A Bristol MP will join councillors and campaigners at a protest this morning against a bus lane reorganisation that the say has left motorists in misery.
The new bus lane – part of the Greater Bristol Bus Network – is causing more traffic gridlock instead of solving the problem, Charlotte Leslie, MP for Bristol North West, has claimed.
She said the bus lane on Westbury Road, between Henleaze Road and North View, was leading to traffic backing up as far as Falcondale Road.
As a result, bus passengers are finding themselves held upon a route which is supposed to be free flowing.
Ms Leslie is backing a petition launched by Conservative councillor and former Lord Mayor Geoff Gollop which calls for the route to be redesigned or even scrapped.
“Bristol has enough in the way of traffic problems without a high-profile bus lane which actually results in more holdups,” she said.
“We will never persuade people to use public transport if they find themselves not moving in a bus lane, which seems to be totally ridiculous.
“What we are seeing here is an example of a traffic measure which does not work because it is causing more problems.
“I have constantly called for a well thought out, integrated public transport system – and the Bristol Metro is a good example – but we cannot have isolated schemes which lead to more gridlock because they will simply undo good work elsewhere.
“I want Bristol to have a modern, appealing public transport system. Bus passengers sitting on a bus in a bus lane which is not moving will simply drive people back to their cars.”
The online petition has drawn more than 470 signatories since it was launched. The protest begins at 8.45am at the White Tree Roundabout next to Durdham Down.
Bristol Ramblers trample over Bus Rapid Transit plans
Bristol Ramblers Group has today criticised Bristol City Council and neighbouring authorities for promoting Bus Rapid Transit schemes that it says would seriously damage some of the best parts of the city and increase traffic congestion over a wide area.
Susan Carter, Environment and Planning Officer for the Ramblers’ Bristol Group and Avon Area, said: “The Ramblers would actively support bus rapid transit (BRT) schemes that significantly reduced traffic and that did not significantly harm the walking environment. The two schemes currently proposed fail on both counts.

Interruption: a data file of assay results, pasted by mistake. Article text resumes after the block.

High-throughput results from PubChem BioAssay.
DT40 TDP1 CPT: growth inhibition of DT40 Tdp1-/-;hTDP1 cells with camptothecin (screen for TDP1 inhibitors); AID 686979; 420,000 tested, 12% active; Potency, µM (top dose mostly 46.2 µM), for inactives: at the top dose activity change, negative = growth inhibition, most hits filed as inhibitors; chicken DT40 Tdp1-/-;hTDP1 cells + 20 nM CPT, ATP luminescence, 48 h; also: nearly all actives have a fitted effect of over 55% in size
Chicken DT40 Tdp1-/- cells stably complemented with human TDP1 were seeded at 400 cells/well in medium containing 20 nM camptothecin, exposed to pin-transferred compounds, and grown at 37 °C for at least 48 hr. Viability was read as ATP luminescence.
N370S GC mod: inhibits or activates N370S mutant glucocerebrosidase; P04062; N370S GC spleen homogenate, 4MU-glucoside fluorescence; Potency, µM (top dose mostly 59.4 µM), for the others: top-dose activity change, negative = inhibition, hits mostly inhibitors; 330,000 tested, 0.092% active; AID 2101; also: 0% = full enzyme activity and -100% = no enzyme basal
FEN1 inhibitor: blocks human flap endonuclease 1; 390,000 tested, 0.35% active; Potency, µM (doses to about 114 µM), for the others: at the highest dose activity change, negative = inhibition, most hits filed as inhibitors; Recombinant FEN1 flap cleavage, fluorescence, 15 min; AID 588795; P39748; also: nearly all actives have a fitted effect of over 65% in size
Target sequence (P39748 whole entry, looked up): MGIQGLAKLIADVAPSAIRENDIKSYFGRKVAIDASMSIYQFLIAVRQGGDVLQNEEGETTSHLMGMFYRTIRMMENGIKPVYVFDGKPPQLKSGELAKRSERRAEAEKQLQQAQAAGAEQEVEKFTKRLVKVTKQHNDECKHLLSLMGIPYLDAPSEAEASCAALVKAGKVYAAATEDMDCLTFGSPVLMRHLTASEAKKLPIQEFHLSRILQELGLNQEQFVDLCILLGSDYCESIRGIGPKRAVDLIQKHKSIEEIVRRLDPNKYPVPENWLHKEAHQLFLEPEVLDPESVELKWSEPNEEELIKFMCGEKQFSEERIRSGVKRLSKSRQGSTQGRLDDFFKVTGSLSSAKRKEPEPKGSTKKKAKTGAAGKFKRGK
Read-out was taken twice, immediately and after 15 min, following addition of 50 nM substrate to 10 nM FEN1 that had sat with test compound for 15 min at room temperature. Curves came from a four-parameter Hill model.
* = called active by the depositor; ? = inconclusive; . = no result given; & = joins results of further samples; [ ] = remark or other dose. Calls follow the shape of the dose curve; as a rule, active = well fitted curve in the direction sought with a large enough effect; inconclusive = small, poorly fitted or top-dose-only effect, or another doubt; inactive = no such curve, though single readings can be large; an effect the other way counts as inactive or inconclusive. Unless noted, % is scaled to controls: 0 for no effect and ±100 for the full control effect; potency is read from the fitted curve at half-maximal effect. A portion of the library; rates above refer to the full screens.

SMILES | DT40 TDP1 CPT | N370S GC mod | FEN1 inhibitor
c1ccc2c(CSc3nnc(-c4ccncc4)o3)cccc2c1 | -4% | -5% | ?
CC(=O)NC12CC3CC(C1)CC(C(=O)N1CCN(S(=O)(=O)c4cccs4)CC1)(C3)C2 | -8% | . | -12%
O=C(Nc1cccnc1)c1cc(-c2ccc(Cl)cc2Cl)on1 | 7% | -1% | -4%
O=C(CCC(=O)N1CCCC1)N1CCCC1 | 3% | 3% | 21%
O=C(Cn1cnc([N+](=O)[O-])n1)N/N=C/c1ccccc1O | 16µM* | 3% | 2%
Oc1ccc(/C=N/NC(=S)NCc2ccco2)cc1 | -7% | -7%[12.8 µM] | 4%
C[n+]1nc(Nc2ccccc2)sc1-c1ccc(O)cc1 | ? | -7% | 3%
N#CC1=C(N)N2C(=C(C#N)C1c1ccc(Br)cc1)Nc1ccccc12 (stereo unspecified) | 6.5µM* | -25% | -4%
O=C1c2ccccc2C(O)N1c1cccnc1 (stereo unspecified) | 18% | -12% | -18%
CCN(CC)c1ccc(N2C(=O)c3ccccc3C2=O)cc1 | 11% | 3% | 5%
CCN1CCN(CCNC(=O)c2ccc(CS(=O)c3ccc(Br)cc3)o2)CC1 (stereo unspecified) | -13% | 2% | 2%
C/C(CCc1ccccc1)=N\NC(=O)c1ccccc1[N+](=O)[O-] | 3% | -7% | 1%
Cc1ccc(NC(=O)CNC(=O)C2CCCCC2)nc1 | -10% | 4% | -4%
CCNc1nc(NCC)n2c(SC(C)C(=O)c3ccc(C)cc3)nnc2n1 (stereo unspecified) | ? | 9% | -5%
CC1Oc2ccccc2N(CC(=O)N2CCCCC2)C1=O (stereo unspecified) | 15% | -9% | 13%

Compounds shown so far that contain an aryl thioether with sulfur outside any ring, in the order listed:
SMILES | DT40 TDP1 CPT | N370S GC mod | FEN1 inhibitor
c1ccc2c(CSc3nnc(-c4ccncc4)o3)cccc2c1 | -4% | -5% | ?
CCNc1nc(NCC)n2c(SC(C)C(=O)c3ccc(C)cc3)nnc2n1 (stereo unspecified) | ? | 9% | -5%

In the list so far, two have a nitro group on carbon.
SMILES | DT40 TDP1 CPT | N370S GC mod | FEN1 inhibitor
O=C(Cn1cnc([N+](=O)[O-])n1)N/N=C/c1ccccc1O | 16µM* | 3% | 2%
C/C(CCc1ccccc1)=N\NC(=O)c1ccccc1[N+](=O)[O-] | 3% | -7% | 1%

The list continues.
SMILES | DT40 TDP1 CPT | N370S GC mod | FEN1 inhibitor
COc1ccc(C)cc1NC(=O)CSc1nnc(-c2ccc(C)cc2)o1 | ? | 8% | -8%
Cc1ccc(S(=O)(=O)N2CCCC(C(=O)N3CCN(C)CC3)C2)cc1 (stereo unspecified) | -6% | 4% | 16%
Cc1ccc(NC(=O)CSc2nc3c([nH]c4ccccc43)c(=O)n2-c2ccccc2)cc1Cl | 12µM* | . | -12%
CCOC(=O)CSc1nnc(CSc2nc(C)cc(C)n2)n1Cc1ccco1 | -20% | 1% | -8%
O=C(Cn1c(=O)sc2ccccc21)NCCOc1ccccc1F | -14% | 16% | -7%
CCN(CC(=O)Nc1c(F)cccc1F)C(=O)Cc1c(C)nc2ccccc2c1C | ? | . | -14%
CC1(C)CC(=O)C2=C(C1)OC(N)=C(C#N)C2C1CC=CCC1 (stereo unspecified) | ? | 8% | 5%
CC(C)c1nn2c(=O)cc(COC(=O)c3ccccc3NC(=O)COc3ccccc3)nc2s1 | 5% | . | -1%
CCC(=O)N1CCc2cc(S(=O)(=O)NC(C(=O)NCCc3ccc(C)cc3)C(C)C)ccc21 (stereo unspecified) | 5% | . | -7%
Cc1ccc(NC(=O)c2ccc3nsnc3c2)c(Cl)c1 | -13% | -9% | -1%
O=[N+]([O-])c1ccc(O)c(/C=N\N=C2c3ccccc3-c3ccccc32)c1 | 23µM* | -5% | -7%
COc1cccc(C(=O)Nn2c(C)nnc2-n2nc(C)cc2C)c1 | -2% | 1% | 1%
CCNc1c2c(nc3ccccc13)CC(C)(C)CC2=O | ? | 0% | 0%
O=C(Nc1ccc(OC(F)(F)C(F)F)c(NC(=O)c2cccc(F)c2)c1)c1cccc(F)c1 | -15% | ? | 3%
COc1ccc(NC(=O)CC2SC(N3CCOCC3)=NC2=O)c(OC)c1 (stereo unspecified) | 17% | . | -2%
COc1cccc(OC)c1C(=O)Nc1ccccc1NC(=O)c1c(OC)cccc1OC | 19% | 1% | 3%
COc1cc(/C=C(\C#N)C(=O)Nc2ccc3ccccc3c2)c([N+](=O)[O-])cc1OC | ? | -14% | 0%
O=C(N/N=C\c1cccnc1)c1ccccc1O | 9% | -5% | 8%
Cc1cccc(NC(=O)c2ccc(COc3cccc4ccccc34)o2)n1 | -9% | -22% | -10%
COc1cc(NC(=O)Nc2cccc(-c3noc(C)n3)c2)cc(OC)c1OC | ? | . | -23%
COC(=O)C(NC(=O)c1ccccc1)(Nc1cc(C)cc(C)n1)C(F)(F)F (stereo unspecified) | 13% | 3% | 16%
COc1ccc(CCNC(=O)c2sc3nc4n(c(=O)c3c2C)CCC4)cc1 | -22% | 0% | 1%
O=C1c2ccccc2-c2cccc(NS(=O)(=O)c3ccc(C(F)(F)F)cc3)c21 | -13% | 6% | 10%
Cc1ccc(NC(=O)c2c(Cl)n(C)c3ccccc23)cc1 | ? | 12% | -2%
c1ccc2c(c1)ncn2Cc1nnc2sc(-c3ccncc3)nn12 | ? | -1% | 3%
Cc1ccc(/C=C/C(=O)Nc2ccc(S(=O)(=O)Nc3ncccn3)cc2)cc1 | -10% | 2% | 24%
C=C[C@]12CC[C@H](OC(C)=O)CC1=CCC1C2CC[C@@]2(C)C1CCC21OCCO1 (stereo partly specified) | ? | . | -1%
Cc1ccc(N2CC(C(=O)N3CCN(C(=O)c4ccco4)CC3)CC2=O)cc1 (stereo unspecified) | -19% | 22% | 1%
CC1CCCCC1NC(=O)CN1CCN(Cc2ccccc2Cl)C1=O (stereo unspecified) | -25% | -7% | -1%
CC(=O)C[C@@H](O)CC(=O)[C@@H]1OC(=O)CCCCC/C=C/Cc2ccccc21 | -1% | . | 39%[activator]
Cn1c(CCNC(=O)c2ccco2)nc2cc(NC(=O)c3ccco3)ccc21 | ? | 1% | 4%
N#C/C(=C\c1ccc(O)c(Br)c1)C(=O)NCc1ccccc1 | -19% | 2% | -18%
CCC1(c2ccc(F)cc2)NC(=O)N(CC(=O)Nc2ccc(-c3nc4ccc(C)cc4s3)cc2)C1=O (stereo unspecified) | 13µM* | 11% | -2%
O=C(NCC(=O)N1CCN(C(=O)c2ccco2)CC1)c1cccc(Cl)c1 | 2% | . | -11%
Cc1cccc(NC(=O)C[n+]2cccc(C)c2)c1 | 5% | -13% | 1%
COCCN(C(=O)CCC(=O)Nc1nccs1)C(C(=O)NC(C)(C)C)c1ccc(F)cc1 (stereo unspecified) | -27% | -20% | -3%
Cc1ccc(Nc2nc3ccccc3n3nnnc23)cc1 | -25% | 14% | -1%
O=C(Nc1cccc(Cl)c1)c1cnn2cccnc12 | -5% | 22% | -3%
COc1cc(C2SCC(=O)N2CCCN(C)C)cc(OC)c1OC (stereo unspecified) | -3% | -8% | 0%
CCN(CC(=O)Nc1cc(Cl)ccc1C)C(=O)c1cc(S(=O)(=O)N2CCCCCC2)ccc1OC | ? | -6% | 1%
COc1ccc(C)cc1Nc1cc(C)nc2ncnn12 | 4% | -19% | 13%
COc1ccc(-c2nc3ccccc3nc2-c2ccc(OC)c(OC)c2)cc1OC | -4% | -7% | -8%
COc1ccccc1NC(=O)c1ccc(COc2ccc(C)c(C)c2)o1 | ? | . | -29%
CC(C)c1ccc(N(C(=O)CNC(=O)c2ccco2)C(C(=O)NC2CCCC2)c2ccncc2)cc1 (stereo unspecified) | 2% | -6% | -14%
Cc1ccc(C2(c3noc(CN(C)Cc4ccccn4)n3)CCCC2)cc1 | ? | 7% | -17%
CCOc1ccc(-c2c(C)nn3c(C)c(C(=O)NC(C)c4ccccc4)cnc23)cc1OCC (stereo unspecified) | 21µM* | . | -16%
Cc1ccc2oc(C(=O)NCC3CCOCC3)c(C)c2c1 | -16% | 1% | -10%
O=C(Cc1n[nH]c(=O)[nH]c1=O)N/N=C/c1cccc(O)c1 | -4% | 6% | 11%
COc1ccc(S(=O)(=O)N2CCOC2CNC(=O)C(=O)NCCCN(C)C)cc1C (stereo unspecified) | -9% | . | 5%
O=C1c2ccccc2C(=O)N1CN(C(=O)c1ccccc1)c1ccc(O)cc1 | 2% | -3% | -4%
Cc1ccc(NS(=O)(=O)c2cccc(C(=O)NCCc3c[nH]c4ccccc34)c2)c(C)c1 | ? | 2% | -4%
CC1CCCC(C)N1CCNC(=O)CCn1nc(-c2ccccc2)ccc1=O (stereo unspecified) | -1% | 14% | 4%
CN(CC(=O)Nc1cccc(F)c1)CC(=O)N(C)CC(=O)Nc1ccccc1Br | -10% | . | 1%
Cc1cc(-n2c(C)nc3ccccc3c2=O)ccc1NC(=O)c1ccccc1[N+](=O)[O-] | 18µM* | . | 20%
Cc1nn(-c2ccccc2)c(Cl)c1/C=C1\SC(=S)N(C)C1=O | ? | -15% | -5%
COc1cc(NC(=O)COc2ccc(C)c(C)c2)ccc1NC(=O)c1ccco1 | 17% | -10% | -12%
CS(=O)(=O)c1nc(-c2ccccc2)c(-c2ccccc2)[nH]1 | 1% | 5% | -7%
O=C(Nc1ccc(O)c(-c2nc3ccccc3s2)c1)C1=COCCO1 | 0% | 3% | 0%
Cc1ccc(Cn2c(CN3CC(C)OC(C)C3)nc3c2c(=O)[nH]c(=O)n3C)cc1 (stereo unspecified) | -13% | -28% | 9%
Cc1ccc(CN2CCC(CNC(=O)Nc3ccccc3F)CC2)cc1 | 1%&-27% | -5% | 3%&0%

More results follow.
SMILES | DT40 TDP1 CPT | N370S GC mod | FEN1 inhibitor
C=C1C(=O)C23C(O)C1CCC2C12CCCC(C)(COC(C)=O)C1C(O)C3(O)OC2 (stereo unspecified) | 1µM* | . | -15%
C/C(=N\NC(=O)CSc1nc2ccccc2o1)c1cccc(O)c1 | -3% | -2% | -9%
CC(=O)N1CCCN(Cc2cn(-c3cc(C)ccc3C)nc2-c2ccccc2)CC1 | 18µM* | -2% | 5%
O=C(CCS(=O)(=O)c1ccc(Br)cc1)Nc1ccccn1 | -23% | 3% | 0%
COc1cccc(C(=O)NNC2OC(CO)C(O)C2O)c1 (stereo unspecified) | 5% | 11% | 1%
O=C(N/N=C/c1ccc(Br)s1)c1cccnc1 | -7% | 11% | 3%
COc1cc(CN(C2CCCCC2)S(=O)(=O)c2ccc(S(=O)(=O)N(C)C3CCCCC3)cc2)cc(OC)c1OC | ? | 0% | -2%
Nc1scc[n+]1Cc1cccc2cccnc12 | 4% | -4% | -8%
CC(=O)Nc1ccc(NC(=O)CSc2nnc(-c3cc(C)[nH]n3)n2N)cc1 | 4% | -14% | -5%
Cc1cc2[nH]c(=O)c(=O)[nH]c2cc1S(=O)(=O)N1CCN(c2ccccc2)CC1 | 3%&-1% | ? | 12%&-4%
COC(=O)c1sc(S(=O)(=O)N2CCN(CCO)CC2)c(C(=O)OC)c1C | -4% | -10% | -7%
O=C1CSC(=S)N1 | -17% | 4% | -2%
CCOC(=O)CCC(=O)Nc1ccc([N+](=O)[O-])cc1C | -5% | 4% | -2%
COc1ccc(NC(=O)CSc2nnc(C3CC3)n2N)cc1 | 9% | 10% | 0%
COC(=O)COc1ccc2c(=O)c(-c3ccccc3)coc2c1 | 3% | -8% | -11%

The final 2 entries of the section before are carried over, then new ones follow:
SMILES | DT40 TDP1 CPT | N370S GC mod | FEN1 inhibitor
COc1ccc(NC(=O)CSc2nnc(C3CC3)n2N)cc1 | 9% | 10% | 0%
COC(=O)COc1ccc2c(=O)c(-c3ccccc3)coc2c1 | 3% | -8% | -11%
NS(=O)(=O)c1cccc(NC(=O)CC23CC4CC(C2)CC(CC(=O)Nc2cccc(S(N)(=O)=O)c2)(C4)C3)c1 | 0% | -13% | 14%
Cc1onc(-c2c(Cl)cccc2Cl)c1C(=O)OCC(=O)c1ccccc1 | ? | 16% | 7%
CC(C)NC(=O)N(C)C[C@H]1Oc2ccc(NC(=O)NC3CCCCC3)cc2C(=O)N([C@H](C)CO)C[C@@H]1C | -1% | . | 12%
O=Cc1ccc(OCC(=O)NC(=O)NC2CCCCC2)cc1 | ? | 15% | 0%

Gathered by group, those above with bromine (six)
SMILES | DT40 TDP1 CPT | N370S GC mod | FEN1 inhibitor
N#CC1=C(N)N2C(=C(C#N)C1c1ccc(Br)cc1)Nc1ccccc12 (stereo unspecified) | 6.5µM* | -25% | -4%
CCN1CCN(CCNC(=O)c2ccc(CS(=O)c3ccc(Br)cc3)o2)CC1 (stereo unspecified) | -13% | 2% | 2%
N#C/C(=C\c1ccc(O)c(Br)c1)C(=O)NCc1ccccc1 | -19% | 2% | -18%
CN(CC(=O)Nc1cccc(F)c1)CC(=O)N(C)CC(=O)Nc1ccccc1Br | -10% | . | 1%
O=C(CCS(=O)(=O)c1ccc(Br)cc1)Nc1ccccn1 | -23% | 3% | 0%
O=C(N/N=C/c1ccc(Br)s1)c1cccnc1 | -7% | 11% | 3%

“Both BRT2 (from the Long Ashton Park-and -Ride to the city centre) and BRT3 (from the North Fringe to Hengrove) involve the construction of new routes. These would encourage more traffic to enter the city centre from both the west and the north.
“As for the walking environment, we are most concerned about the impact in the city centre. BRT2 would run along the Harbourside, where the noise, sight and smell of buses would spoil enjoyment of this precious part of Bristol’s heritage. For BRT3, a new road from Baldwin Street to the Hippodrome would carve up the Centre Promenade. Both schemes would make use of Prince Street Bridge, where pedestrians and cyclists would be crowded on to one side.
“These schemes would not only affect walkers but everyone, residents and visitors alike, in these very special places. The schemes should not be allowed to proceed in the environmentally destructive form now proposed. ”
At the recent public consultation into the plans, the group added that: “The benefits of this scheme appear limited at best and, in practice, none may be realised. Its costs in terms of damage to Bristol’s environment are much more certain. The character of Bristol’s unique and beautiful Harbourside would be traded for hypothetically faster journey times for relatively few people.”
Bristol City and North Somerset councils are preparing planning applications for the South Bristol Link section of the BRT (Bus Rapid Transit) network, costing about £200 million.
New services will transport passengers to and from South Bristol, linking Long Ashton Park & Ride to the new hospital, Skills Academy, the shops at Imperial Park and leisure centre at Hengrove Way.
The South Bristol Link is a combined road and rapid transit route for buses to travel between the A370 Long Ashton bypass and Hengrove Park, including new cycle and pedestrian facilities. The route will link into the wider rapid transit network with direct access to Bristol city centre and along the M32 to Cribbs Causeway and Emersons Green in the north.